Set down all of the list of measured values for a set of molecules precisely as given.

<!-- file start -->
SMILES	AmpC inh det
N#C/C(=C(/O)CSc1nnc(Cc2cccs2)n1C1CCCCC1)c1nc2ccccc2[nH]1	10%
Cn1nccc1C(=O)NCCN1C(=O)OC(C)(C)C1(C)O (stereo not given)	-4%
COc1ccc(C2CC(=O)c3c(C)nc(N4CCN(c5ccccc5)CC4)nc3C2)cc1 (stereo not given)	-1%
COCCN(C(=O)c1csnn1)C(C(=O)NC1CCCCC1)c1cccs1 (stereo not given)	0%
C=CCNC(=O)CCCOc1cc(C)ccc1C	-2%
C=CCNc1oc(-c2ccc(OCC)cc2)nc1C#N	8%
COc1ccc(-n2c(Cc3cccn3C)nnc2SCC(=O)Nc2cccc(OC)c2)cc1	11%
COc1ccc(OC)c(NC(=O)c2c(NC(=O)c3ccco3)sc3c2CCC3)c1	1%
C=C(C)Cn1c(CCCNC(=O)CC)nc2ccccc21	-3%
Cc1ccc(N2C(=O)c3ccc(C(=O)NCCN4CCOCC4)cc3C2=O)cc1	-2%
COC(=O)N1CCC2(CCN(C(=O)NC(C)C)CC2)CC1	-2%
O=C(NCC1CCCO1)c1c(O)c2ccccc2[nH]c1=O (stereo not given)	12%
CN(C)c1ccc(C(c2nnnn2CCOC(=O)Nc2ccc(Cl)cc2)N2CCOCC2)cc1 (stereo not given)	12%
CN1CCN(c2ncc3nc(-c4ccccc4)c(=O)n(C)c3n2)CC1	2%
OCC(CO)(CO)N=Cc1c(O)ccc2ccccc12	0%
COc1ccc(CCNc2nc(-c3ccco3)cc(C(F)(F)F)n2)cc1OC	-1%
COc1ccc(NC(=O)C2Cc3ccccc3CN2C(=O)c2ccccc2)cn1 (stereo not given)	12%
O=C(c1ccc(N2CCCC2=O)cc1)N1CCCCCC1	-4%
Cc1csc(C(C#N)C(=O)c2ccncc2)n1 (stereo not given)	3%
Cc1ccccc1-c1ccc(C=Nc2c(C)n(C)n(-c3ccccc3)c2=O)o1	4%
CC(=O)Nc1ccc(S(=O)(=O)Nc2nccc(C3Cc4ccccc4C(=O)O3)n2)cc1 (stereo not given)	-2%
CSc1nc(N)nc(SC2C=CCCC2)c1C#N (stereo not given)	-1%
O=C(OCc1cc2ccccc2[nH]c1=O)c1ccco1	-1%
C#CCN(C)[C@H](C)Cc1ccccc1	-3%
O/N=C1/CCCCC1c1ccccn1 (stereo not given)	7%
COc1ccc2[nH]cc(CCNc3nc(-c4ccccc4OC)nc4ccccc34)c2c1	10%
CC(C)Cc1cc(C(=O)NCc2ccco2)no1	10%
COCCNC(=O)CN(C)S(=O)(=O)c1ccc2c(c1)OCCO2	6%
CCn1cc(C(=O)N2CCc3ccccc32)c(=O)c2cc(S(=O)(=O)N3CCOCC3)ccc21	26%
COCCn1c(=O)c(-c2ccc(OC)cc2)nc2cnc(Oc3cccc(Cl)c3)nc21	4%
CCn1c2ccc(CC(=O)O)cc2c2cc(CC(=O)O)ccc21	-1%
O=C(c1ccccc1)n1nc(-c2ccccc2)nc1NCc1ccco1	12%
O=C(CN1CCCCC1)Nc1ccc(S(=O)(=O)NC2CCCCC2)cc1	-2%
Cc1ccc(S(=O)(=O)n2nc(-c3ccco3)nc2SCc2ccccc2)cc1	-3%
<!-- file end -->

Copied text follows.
SMILES	AmpC inh det
N#C/C(=C(/O)CSc1nnc(Cc2cccs2)n1C1CCCCC1)c1nc2ccccc2[nH]1	10%
Cn1nccc1C(=O)NCCN1C(=O)OC(C)(C)C1(C)O (stereo not given)	-4%
COc1ccc(C2CC(=O)c3c(C)nc(N4CCN(c5ccccc5)CC4)nc3C2)cc1 (stereo not given)	-1%
COCCN(C(=O)c1csnn1)C(C(=O)NC1CCCCC1)c1cccs1 (stereo not given)	0%
C=CCNC(=O)CCCOc1cc(C)ccc1C	-2%
C=CCNc1oc(-c2ccc(OCC)cc2)nc1C#N	8%
COc1ccc(-n2c(Cc3cccn3C)nnc2SCC(=O)Nc2cccc(OC)c2)cc1	11%
COc1ccc(OC)c(NC(=O)c2c(NC(=O)c3ccco3)sc3c2CCC3)c1	1%
C=C(C)Cn1c(CCCNC(=O)CC)nc2ccccc21	-3%
Cc1ccc(N2C(=O)c3ccc(C(=O)NCCN4CCOCC4)cc3C2=O)cc1	-2%
COC(=O)N1CCC2(CCN(C(=O)NC(C)C)CC2)CC1	-2%
O=C(NCC1CCCO1)c1c(O)c2ccccc2[nH]c1=O (stereo not given)	12%
CN(C)c1ccc(C(c2nnnn2CCOC(=O)Nc2ccc(Cl)cc2)N2CCOCC2)cc1 (stereo not given)	12%
CN1CCN(c2ncc3nc(-c4ccccc4)c(=O)n(C)c3n2)CC1	2%
OCC(CO)(CO)N=Cc1c(O)ccc2ccccc12	0%
COc1ccc(CCNc2nc(-c3ccco3)cc(C(F)(F)F)n2)cc1OC	-1%
COc1ccc(NC(=O)C2Cc3ccccc3CN2C(=O)c2ccccc2)cn1 (stereo not given)	12%
O=C(c1ccc(N2CCCC2=O)cc1)N1CCCCCC1	-4%
Cc1csc(C(C#N)C(=O)c2ccncc2)n1 (stereo not given)	3%
Cc1ccccc1-c1ccc(C=Nc2c(C)n(C)n(-c3ccccc3)c2=O)o1	4%
CC(=O)Nc1ccc(S(=O)(=O)Nc2nccc(C3Cc4ccccc4C(=O)O3)n2)cc1 (stereo not given)	-2%
CSc1nc(N)nc(SC2C=CCCC2)c1C#N (stereo not given)	-1%
O=C(OCc1cc2ccccc2[nH]c1=O)c1ccco1	-1%
C#CCN(C)[C@H](C)Cc1ccccc1	-3%
O/N=C1/CCCCC1c1ccccn1 (stereo not given)	7%
COc1ccc2[nH]cc(CCNc3nc(-c4ccccc4OC)nc4ccccc34)c2c1	10%
CC(C)Cc1cc(C(=O)NCc2ccco2)no1	10%
COCCNC(=O)CN(C)S(=O)(=O)c1ccc2c(c1)OCCO2	6%
CCn1cc(C(=O)N2CCc3ccccc32)c(=O)c2cc(S(=O)(=O)N3CCOCC3)ccc21	26%
COCCn1c(=O)c(-c2ccc(OC)cc2)nc2cnc(Oc3cccc(Cl)c3)nc21	4%
CCn1c2ccc(CC(=O)O)cc2c2cc(CC(=O)O)ccc21	-1%
O=C(c1ccccc1)n1nc(-c2ccccc2)nc1NCc1ccco1	12%
O=C(CN1CCCCC1)Nc1ccc(S(=O)(=O)NC2CCCCC2)cc1	-2%
Cc1ccc(S(=O)(=O)n2nc(-c3ccco3)nc2SCc2ccccc2)cc1	-3%